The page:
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Review
, 361 (1470), 869-85

Fossil Evidence of Archaean Life

Affiliations
Review

Fossil Evidence of Archaean Life

J William Schopf. Philos Trans R Soc Lond B Biol Sci.

Abstract

Evidence for the existence of life during the Archaean segment of Earth history (more than 2500 Myr ago) is summarized. Data are presented for 48 Archaean deposits reported to contain biogenic stromatolites, for 14 such units reported to contain 40 morphotypes of putative microfossils, and for 13 especially ancient, 3200-3500 Myr old geologic units for which available organic geochemical data are also summarized. These compilations support the view that life's existence dates from more than or equal to 3500 Myr ago.

Figures

Figure 1
Figure 1
Archaean stromatolites/microbial mats. (a) Domical, pseudocolumnar and branching columnar stromatolites, overlain by rippled sediments and (b) domical stromatolite, from the ca 2723 Myr old Tumbiana Formation, Western Australia (Walter 1972, 1983; Grey 1979); photo in (a) courtesy of I. R. Williams; scale, 10 cm. (c–e) Stratiform and conical stromatolites from the ca 2985 Myr old Insuzi Group, South Africa (Mason & von Brunn 1977; von Brunn & Mason 1977; Walter 1983; Beukes & Lowe 1989); photo in (e) courtesy of N. J. Beukes. (f) Laterally linked, low relief stratiform to domical stromatolitic mats from the ca 3245 Myr old Fig Tree Group of South Africa (Byerly et al. 1986; Byerly & Palmer 1991); photo courtesy of D. R. Lowe. (g) Stratiform microbial mats from the ca 3320 Myr old Kromberg Formation of South Africa (Walsh & Lowe 1985; Walsh 1992). (hl) Laterallly linked (j) conical stromatolites from the ca 3388 Myr old Strelley Pool Chert of Western Australia (Hofmann et al. 1999; Hofmann 2000; Van Kranendonk et al. 2003; Allwood et al. 2004); (i) and (k) scale, 20 cm; (l) scale, 10 cm. (m) Domical and (n) stratiform stromatolites from the 3496 Myr old Dresser Formation, Western Australia (Walter et al. 1980; Buick et al. 1981; Groves et al. 1981; Walter 1983; Schopf & Walter 1983; Buick et al. 1995; Buick 2001).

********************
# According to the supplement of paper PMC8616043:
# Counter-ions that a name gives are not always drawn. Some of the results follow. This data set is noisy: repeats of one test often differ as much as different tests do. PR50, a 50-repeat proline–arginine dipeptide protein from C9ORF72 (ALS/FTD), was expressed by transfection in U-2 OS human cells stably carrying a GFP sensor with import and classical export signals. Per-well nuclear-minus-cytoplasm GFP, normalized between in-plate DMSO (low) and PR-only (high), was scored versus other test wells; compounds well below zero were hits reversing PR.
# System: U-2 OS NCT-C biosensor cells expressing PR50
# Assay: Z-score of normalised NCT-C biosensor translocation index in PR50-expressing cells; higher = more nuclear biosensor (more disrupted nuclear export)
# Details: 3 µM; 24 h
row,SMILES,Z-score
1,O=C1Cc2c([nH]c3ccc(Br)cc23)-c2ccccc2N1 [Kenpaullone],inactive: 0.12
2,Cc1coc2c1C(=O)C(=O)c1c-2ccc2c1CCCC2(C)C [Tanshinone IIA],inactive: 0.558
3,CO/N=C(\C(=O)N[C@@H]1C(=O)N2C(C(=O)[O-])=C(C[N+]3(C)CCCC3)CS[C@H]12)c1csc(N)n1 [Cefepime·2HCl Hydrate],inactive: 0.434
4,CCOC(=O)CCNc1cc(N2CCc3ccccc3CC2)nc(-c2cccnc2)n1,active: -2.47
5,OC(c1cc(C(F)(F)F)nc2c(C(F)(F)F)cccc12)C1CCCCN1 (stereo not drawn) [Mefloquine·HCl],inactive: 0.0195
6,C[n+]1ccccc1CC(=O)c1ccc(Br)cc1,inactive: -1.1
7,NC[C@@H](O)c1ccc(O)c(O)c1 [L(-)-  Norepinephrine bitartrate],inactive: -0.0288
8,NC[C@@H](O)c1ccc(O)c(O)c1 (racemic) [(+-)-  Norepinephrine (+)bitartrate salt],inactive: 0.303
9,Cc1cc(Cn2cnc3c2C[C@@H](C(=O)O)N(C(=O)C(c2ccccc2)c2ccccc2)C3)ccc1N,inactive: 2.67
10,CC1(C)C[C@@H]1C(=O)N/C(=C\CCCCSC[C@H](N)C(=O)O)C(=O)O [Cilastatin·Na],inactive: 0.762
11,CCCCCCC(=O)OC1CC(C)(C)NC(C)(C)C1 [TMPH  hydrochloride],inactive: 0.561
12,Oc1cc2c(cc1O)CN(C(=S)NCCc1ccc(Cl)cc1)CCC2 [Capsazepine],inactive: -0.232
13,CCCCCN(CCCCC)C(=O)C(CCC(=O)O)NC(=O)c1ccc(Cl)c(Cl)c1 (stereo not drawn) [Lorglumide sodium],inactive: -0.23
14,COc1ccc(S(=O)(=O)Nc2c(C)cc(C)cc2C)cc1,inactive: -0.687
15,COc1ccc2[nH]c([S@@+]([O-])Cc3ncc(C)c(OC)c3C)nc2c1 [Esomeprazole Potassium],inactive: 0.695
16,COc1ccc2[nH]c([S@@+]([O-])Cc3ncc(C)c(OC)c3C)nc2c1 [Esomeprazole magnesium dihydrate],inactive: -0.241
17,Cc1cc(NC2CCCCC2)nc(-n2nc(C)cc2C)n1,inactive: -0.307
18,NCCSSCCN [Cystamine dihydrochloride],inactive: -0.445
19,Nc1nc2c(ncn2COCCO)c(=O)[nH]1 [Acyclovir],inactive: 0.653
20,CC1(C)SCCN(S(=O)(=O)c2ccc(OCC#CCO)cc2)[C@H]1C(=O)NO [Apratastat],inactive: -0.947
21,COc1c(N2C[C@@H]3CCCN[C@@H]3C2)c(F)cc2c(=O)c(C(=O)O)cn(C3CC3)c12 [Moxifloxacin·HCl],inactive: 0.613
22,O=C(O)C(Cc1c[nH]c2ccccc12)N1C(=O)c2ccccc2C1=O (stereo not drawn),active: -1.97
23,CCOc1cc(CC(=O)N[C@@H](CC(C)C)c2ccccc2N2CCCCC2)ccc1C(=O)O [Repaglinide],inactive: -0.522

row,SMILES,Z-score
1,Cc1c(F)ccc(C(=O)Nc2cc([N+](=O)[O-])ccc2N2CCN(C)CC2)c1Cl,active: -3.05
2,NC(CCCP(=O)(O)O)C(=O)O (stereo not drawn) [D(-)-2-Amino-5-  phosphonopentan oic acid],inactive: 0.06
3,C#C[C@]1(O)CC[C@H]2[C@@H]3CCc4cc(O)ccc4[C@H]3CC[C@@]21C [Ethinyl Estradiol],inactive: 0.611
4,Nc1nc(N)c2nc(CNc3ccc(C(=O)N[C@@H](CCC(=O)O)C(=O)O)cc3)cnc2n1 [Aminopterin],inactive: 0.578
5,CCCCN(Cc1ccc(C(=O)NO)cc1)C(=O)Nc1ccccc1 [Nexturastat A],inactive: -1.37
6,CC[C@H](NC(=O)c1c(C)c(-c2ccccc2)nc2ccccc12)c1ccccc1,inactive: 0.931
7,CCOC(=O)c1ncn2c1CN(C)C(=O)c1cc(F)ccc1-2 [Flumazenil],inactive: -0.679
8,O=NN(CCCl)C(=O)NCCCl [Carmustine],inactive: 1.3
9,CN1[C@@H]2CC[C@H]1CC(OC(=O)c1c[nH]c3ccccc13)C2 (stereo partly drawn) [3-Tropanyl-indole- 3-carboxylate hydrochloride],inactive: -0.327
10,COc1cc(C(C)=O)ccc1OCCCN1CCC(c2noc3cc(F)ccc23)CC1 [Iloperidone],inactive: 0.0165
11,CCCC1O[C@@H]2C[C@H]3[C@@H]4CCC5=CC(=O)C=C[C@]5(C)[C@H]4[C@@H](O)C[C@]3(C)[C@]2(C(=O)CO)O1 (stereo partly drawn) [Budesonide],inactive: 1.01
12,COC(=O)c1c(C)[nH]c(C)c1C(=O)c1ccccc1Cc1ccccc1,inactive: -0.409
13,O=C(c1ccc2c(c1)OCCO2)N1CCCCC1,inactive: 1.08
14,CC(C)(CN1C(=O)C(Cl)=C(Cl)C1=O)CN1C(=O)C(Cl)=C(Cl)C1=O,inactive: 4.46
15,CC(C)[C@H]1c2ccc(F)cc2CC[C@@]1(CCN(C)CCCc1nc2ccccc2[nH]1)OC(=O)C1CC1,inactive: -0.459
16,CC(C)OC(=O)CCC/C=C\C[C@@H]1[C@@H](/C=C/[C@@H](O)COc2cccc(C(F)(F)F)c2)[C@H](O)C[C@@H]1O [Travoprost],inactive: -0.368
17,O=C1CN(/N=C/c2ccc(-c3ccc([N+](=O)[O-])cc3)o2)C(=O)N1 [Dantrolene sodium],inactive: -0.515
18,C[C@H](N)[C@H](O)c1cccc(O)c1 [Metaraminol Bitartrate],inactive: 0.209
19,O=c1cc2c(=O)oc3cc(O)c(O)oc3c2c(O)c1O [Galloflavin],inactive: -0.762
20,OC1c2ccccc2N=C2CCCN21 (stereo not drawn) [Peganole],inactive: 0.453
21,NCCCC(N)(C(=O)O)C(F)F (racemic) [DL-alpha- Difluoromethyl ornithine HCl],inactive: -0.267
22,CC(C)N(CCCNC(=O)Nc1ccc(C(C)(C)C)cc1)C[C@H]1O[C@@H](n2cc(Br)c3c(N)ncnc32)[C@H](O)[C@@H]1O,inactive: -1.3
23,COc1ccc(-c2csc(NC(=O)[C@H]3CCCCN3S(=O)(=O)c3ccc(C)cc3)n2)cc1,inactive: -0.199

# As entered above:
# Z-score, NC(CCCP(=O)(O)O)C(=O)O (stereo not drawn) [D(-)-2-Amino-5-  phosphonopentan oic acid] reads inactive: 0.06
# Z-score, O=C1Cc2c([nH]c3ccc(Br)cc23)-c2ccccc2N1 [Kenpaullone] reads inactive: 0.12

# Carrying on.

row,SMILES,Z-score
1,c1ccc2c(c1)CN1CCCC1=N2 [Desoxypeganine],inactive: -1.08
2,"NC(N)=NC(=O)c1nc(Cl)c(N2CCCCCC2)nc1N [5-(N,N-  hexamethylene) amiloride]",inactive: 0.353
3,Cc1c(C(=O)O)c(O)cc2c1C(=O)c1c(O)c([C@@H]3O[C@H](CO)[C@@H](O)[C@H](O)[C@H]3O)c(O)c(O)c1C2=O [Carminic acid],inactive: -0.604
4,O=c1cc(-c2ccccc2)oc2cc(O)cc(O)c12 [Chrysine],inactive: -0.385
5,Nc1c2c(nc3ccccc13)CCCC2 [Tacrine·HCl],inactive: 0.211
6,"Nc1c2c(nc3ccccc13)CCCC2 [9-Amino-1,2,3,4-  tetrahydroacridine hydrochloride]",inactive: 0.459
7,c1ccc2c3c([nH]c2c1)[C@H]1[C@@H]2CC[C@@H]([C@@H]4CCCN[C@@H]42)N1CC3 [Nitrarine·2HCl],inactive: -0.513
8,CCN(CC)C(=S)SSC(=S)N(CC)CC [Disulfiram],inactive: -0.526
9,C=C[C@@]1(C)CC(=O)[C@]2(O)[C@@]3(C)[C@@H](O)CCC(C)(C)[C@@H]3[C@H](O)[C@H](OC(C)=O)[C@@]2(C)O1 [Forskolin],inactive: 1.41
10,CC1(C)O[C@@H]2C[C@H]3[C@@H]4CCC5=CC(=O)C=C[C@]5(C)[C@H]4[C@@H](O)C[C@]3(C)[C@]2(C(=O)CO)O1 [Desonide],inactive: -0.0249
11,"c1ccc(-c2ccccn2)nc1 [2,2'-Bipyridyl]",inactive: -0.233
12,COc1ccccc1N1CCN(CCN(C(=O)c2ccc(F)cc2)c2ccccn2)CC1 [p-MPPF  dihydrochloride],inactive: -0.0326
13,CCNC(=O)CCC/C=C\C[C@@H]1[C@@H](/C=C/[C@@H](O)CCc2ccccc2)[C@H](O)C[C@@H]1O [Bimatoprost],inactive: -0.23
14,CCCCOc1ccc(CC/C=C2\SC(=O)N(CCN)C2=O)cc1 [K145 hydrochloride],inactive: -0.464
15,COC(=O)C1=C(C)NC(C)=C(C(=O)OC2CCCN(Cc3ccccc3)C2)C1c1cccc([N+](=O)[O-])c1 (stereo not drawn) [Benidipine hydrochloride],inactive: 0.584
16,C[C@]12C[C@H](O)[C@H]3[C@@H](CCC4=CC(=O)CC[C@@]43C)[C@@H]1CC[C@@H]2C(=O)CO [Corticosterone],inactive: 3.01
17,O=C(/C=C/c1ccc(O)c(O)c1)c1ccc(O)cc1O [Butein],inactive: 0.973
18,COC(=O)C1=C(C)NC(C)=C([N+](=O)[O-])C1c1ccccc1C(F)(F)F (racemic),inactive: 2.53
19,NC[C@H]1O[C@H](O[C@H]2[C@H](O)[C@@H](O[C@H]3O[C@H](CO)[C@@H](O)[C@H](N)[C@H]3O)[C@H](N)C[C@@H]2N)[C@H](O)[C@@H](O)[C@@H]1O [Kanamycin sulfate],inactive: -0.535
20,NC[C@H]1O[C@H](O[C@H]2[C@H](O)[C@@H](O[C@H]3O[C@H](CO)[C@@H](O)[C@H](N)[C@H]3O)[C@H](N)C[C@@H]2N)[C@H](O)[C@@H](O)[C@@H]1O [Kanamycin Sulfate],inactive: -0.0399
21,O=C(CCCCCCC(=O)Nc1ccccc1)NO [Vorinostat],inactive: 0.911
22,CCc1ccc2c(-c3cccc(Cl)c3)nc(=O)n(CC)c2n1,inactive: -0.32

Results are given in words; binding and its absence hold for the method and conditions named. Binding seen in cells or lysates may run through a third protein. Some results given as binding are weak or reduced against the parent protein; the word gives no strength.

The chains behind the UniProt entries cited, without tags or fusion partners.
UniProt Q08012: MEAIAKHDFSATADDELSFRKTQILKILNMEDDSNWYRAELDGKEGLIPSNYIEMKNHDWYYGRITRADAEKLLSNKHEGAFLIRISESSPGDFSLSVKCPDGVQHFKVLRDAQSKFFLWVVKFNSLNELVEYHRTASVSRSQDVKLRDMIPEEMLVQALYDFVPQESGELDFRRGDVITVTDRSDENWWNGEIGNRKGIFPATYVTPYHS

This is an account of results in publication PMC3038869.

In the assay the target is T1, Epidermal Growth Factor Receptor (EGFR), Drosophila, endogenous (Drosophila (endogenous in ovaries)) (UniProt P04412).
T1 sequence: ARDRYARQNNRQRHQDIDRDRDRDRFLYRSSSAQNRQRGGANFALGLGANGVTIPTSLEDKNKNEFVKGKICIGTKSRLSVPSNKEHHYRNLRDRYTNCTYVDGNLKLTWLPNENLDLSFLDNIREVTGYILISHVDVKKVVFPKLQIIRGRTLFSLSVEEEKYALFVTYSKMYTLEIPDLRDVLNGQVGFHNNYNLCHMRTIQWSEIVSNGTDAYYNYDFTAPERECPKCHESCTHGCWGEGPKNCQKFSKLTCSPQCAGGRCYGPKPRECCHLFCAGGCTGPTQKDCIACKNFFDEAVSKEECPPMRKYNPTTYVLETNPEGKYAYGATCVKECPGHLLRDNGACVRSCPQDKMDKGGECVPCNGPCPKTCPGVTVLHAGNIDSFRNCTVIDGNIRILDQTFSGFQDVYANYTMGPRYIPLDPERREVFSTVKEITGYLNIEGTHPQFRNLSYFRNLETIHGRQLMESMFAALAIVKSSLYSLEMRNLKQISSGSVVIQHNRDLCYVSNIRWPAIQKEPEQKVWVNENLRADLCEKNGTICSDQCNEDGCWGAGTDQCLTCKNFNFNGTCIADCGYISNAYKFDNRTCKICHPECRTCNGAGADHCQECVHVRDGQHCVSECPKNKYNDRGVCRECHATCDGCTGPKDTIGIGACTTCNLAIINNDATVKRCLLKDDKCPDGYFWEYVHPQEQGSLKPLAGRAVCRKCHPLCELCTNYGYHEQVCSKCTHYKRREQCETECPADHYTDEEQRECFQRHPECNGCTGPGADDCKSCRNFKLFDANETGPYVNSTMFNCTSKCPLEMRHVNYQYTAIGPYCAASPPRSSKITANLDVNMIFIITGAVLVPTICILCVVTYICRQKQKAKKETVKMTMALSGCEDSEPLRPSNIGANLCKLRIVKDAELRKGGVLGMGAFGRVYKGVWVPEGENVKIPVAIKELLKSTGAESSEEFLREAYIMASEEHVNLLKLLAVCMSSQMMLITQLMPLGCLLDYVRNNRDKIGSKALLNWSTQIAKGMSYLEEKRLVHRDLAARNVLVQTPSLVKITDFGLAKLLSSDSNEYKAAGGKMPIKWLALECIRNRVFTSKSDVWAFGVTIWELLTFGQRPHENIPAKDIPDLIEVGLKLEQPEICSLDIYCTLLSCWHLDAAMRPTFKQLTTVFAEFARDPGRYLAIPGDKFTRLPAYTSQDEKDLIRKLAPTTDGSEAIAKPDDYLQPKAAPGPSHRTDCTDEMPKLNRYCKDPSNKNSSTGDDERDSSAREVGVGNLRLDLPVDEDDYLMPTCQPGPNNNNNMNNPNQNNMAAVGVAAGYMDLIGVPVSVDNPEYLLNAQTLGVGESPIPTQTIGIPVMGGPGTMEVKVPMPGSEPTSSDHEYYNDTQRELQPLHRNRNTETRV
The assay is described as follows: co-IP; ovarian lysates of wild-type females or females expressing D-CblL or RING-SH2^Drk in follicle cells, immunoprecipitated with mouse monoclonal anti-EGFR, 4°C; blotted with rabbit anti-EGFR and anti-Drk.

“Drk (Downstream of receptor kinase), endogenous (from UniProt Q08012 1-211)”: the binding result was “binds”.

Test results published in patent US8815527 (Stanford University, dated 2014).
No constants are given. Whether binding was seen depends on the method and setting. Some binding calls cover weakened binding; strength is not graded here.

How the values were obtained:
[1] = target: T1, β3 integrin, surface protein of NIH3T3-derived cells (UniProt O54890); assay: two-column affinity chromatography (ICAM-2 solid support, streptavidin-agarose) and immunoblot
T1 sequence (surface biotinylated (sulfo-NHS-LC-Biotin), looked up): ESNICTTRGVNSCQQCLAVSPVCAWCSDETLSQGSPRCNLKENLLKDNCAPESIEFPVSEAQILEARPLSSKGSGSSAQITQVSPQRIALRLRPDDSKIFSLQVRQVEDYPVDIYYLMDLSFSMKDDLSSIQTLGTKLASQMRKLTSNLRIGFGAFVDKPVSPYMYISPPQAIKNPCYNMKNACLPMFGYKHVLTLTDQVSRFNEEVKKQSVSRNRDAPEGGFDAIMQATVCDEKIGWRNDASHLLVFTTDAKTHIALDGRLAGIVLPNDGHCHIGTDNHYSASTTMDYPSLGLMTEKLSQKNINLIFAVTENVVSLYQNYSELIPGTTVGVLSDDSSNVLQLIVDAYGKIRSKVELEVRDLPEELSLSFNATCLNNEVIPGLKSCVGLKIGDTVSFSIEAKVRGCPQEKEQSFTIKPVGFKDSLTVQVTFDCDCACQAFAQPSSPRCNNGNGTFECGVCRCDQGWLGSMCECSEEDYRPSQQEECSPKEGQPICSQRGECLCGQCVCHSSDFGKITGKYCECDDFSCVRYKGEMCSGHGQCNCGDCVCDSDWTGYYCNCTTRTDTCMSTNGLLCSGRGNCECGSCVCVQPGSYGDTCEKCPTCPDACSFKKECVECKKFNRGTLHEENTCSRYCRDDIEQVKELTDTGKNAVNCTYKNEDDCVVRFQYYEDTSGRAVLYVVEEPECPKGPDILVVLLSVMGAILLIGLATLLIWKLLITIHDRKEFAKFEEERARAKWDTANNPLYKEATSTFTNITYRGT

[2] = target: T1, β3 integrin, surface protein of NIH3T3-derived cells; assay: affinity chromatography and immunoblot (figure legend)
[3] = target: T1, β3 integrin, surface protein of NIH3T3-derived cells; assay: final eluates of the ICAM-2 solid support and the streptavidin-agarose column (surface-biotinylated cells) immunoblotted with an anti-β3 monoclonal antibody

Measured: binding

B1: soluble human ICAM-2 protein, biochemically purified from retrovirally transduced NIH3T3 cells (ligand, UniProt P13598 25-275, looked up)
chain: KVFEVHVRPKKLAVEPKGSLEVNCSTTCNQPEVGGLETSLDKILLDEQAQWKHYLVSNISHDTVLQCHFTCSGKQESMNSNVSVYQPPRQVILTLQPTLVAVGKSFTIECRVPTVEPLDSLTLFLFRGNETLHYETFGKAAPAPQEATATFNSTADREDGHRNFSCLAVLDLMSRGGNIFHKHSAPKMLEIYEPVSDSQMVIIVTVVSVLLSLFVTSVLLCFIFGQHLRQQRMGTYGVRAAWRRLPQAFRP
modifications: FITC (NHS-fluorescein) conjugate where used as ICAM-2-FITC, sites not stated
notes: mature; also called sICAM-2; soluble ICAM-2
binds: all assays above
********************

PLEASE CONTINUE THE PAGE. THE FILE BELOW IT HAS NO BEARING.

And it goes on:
Figure 2
Figure 2
Temporal distribution of the reported occurrences of stromatolites/microbial mats listed in table 1.
Figure 3
Figure 3
ca 2500–2700 Myr old Archaean microfossils photographed in petrographic thin sections. (a–e) Broad prokaryotic (oscillatoriacean cyanobacterium-like) tubular sheaths (Siphonophycus transvaalense) from the ca 2516 Myr old Gamohaan Formation of South Africa (Klein et al. 1987; Buick 2001); scale for parts (a) and (b) shown in (b); scale for parts (c) and (d) shown in (c). (f–k) Solitary and paired (denoted by arrows) prokaryotic (bacterial or cyanobacterial) coccoidal unicells and (l–q) solitary and paired (denoted by arrows) bacterium-like rod-shaped unicells from the ca 2600 Myr old Monte Cristo Formation of South Africa (Lanier 1986; Buick 2001); scale for parts (f–q) shown in (f) (modified after Lanier 1986). (r) Narrow prokaryotic (bacterial or cyanobacterial) septate filament and (s) broad sheath-enclosed prokaryotic (oscillatoriacean cyanobacterium-like) septate filament from the ca 2723 Myr old Tumbiana Formation of Western Australia (Schopf & Walter 1983).
Figure 4
Figure 4